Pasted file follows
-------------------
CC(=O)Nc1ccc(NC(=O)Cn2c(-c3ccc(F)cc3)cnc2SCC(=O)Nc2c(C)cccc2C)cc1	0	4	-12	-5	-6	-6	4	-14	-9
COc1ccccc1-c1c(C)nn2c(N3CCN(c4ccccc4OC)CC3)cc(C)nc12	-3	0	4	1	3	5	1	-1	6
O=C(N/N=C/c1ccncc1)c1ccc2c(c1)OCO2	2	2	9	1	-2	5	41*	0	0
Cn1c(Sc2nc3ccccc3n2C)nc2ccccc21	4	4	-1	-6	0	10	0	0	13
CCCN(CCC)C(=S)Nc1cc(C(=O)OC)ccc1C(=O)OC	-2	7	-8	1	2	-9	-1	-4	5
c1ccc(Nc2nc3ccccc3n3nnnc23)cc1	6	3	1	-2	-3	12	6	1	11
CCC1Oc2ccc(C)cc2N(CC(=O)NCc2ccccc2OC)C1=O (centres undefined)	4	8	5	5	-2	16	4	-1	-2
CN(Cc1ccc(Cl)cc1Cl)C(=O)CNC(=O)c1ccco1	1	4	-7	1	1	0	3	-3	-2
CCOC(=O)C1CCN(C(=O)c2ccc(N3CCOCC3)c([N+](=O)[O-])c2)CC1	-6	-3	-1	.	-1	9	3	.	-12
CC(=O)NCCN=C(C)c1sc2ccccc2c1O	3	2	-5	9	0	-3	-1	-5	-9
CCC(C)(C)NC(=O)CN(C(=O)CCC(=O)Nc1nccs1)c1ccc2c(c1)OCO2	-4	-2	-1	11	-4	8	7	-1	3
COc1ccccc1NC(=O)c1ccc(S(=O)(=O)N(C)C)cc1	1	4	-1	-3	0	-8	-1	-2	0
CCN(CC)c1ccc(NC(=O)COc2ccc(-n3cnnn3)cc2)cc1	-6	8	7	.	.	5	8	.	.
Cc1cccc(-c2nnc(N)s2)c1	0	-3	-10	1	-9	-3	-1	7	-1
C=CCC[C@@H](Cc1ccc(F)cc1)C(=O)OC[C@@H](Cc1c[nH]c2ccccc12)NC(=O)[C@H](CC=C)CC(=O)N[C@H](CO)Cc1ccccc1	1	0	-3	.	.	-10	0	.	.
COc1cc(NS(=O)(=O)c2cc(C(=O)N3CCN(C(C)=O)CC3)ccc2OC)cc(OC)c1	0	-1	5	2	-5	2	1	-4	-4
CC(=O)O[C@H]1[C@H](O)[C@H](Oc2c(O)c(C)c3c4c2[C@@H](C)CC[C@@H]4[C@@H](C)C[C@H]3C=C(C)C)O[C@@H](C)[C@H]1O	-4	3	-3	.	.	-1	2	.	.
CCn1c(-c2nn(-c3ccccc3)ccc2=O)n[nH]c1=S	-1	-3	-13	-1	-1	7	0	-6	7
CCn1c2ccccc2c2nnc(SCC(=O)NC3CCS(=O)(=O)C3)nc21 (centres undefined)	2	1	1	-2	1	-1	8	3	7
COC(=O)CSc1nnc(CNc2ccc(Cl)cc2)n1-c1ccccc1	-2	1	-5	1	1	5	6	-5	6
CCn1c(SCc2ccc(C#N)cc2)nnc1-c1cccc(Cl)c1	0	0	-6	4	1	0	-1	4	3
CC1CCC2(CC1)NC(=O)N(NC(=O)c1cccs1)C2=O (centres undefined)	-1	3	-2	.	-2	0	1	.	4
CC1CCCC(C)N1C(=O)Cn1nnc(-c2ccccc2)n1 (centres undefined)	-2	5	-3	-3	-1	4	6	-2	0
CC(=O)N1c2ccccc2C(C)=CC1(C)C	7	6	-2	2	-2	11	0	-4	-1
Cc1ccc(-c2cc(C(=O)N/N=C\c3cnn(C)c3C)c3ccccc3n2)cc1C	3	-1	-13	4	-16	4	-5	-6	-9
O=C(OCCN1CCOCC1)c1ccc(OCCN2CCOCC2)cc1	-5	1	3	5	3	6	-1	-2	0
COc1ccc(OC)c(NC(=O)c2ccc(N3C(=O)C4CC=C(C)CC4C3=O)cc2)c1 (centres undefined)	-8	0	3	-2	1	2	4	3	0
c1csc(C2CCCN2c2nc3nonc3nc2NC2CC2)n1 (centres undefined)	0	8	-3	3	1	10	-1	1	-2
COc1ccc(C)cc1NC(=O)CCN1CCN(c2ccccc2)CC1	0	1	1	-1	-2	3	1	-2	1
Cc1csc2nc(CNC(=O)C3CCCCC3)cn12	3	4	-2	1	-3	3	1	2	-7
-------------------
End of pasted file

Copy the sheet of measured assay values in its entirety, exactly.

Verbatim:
CC(=O)Nc1ccc(NC(=O)Cn2c(-c3ccc(F)cc3)cnc2SCC(=O)Nc2c(C)cccc2C)cc1	0	4	-12	-5	-6	-6	4	-14	-9
COc1ccccc1-c1c(C)nn2c(N3CCN(c4ccccc4OC)CC3)cc(C)nc12	-3	0	4	1	3	5	1	-1	6
O=C(N/N=C/c1ccncc1)c1ccc2c(c1)OCO2	2	2	9	1	-2	5	41*	0	0
Cn1c(Sc2nc3ccccc3n2C)nc2ccccc21	4	4	-1	-6	0	10	0	0	13
CCCN(CCC)C(=S)Nc1cc(C(=O)OC)ccc1C(=O)OC	-2	7	-8	1	2	-9	-1	-4	5
c1ccc(Nc2nc3ccccc3n3nnnc23)cc1	6	3	1	-2	-3	12	6	1	11
CCC1Oc2ccc(C)cc2N(CC(=O)NCc2ccccc2OC)C1=O (centres undefined)	4	8	5	5	-2	16	4	-1	-2
CN(Cc1ccc(Cl)cc1Cl)C(=O)CNC(=O)c1ccco1	1	4	-7	1	1	0	3	-3	-2
CCOC(=O)C1CCN(C(=O)c2ccc(N3CCOCC3)c([N+](=O)[O-])c2)CC1	-6	-3	-1	.	-1	9	3	.	-12
CC(=O)NCCN=C(C)c1sc2ccccc2c1O	3	2	-5	9	0	-3	-1	-5	-9
CCC(C)(C)NC(=O)CN(C(=O)CCC(=O)Nc1nccs1)c1ccc2c(c1)OCO2	-4	-2	-1	11	-4	8	7	-1	3
COc1ccccc1NC(=O)c1ccc(S(=O)(=O)N(C)C)cc1	1	4	-1	-3	0	-8	-1	-2	0
CCN(CC)c1ccc(NC(=O)COc2ccc(-n3cnnn3)cc2)cc1	-6	8	7	.	.	5	8	.	.
Cc1cccc(-c2nnc(N)s2)c1	0	-3	-10	1	-9	-3	-1	7	-1
C=CCC[C@@H](Cc1ccc(F)cc1)C(=O)OC[C@@H](Cc1c[nH]c2ccccc12)NC(=O)[C@H](CC=C)CC(=O)N[C@H](CO)Cc1ccccc1	1	0	-3	.	.	-10	0	.	.
COc1cc(NS(=O)(=O)c2cc(C(=O)N3CCN(C(C)=O)CC3)ccc2OC)cc(OC)c1	0	-1	5	2	-5	2	1	-4	-4
CC(=O)O[C@H]1[C@H](O)[C@H](Oc2c(O)c(C)c3c4c2[C@@H](C)CC[C@@H]4[C@@H](C)C[C@H]3C=C(C)C)O[C@@H](C)[C@H]1O	-4	3	-3	.	.	-1	2	.	.
CCn1c(-c2nn(-c3ccccc3)ccc2=O)n[nH]c1=S	-1	-3	-13	-1	-1	7	0	-6	7
CCn1c2ccccc2c2nnc(SCC(=O)NC3CCS(=O)(=O)C3)nc21 (centres undefined)	2	1	1	-2	1	-1	8	3	7
COC(=O)CSc1nnc(CNc2ccc(Cl)cc2)n1-c1ccccc1	-2	1	-5	1	1	5	6	-5	6
CCn1c(SCc2ccc(C#N)cc2)nnc1-c1cccc(Cl)c1	0	0	-6	4	1	0	-1	4	3
CC1CCC2(CC1)NC(=O)N(NC(=O)c1cccs1)C2=O (centres undefined)	-1	3	-2	.	-2	0	1	.	4
CC1CCCC(C)N1C(=O)Cn1nnc(-c2ccccc2)n1 (centres undefined)	-2	5	-3	-3	-1	4	6	-2	0
CC(=O)N1c2ccccc2C(C)=CC1(C)C	7	6	-2	2	-2	11	0	-4	-1
Cc1ccc(-c2cc(C(=O)N/N=C\c3cnn(C)c3C)c3ccccc3n2)cc1C	3	-1	-13	4	-16	4	-5	-6	-9
O=C(OCCN1CCOCC1)c1ccc(OCCN2CCOCC2)cc1	-5	1	3	5	3	6	-1	-2	0
COc1ccc(OC)c(NC(=O)c2ccc(N3C(=O)C4CC=C(C)CC4C3=O)cc2)c1 (centres undefined)	-8	0	3	-2	1	2	4	3	0
c1csc(C2CCCN2c2nc3nonc3nc2NC2CC2)n1 (centres undefined)	0	8	-3	3	1	10	-1	1	-2
COc1ccc(C)cc1NC(=O)CCN1CCN(c2ccccc2)CC1	0	1	1	-1	-2	3	1	-2	1
Cc1csc2nc(CNC(=O)C3CCCCC3)cn12	3	4	-2	1	-3	3	1	2	-7